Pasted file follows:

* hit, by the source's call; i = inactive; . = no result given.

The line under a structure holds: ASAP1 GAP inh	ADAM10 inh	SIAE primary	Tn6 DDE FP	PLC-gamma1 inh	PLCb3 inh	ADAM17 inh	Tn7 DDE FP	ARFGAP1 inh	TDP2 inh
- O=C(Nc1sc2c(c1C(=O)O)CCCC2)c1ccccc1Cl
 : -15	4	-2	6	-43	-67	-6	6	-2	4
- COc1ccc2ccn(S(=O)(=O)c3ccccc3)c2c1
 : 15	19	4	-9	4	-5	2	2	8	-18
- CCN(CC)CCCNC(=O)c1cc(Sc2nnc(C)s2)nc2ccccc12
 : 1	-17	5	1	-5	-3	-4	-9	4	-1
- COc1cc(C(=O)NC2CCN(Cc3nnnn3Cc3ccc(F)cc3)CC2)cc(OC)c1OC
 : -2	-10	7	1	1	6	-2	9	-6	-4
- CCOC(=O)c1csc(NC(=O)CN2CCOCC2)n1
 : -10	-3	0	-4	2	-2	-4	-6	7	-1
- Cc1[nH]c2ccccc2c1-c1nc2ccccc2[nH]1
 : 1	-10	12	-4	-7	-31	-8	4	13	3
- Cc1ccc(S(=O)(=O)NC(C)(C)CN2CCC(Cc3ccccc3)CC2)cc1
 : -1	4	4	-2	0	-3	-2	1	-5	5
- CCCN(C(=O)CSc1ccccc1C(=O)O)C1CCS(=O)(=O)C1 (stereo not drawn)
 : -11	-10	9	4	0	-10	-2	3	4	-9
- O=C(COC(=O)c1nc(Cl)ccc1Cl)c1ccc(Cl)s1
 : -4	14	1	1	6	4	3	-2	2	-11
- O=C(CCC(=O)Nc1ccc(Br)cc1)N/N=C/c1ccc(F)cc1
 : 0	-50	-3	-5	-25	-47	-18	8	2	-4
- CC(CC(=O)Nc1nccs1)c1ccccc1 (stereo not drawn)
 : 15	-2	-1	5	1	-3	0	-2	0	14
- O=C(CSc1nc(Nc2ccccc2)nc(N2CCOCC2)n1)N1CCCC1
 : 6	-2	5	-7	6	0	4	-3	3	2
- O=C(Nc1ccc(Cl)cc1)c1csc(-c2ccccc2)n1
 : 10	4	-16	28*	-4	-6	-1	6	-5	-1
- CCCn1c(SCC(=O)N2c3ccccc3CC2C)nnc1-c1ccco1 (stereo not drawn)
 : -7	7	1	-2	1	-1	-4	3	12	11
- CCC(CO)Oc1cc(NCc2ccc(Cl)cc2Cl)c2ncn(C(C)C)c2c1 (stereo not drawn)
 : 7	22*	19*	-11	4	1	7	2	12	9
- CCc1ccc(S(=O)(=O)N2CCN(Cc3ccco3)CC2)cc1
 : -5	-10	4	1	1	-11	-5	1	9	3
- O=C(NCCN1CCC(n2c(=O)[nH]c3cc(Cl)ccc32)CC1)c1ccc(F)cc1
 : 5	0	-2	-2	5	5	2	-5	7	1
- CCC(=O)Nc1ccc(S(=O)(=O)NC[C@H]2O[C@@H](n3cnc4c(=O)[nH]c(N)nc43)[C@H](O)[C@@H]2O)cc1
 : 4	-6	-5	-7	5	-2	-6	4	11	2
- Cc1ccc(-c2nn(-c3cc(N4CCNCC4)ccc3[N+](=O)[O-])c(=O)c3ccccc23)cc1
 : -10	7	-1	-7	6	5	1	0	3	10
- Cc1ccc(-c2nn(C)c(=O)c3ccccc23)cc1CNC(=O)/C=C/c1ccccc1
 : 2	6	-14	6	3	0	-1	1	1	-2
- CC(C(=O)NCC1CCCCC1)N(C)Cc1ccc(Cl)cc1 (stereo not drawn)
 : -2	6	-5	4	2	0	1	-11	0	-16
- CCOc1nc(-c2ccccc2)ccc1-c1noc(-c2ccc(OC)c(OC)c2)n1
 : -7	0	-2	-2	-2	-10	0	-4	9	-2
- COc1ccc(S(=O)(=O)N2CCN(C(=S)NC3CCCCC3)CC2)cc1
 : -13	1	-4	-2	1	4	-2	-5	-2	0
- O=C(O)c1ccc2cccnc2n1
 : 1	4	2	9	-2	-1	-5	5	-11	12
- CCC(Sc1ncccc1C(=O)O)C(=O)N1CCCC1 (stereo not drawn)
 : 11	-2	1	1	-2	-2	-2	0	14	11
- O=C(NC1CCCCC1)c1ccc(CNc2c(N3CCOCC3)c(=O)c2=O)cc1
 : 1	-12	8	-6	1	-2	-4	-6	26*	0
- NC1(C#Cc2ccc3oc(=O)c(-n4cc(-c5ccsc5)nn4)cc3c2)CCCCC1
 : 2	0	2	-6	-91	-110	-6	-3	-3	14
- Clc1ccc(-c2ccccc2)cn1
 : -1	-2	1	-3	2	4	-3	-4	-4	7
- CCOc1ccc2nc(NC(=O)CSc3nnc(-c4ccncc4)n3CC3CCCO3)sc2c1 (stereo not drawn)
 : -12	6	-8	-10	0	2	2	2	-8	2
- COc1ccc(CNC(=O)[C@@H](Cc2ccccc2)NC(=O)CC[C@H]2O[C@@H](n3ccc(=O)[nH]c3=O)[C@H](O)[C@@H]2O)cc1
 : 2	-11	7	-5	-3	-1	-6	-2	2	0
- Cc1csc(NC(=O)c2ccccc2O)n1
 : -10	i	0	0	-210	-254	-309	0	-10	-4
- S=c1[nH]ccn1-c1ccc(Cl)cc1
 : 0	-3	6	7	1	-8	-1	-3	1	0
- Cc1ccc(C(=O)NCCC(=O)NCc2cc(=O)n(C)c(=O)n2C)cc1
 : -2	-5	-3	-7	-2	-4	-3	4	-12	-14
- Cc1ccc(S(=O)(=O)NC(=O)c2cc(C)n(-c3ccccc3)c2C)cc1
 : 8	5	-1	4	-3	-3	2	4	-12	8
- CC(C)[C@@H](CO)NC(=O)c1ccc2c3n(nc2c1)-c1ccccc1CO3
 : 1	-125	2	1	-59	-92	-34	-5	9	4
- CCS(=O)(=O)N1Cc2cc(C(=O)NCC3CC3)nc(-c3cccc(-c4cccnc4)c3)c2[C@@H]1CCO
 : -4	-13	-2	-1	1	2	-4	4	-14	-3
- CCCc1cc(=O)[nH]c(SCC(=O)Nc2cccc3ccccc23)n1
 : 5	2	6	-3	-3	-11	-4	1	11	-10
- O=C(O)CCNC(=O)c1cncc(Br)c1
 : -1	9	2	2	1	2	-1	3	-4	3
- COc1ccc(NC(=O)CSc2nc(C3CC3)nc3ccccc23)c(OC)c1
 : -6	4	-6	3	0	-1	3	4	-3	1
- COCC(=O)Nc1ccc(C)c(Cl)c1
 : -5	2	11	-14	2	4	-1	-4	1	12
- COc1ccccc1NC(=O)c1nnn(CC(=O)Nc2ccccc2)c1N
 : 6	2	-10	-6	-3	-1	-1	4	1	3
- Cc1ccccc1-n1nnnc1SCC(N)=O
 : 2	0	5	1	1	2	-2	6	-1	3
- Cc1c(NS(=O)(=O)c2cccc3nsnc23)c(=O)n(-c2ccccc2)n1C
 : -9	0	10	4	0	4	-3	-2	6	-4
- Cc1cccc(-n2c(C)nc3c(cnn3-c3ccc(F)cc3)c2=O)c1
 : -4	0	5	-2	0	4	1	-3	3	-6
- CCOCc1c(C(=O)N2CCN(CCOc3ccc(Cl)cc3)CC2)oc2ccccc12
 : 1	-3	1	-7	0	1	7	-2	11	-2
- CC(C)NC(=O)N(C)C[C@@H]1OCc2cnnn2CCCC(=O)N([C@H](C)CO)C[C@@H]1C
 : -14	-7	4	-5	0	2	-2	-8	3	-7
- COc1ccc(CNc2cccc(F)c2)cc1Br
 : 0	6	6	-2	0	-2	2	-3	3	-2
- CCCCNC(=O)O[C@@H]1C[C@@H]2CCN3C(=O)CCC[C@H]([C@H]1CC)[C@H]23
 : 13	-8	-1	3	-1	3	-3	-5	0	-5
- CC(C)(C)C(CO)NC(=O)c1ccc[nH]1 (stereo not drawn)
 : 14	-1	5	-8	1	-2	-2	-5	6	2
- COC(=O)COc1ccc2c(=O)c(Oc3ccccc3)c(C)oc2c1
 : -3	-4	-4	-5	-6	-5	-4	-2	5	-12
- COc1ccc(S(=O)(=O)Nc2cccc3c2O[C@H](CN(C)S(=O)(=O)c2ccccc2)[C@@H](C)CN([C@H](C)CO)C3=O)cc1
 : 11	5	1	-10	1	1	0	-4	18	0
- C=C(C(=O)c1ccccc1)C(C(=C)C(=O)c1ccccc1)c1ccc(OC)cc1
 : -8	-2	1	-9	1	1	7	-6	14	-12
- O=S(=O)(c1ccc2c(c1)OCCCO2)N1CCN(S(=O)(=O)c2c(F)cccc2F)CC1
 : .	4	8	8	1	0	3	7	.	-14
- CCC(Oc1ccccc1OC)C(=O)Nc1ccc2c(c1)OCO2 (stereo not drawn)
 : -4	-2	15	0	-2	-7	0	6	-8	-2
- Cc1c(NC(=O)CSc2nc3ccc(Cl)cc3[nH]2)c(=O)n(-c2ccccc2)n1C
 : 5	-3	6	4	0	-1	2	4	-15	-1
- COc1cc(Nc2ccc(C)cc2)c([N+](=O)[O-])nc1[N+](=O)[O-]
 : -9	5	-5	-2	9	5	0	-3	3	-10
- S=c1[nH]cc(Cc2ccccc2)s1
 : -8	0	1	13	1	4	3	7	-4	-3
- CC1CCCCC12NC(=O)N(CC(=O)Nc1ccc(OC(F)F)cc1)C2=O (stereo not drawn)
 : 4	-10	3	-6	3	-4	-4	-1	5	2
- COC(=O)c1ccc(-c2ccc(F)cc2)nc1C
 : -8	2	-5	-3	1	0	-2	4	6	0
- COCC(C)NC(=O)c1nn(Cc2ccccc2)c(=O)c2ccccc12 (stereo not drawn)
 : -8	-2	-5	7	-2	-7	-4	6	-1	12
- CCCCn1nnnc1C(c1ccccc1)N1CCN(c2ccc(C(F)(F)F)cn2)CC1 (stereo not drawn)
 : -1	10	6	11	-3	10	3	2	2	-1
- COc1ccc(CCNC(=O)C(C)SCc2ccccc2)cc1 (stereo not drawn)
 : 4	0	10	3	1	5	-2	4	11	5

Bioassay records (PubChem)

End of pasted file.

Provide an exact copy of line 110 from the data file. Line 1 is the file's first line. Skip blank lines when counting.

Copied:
 : -4	-2	15	0	-2	-7	0	6	-8	-2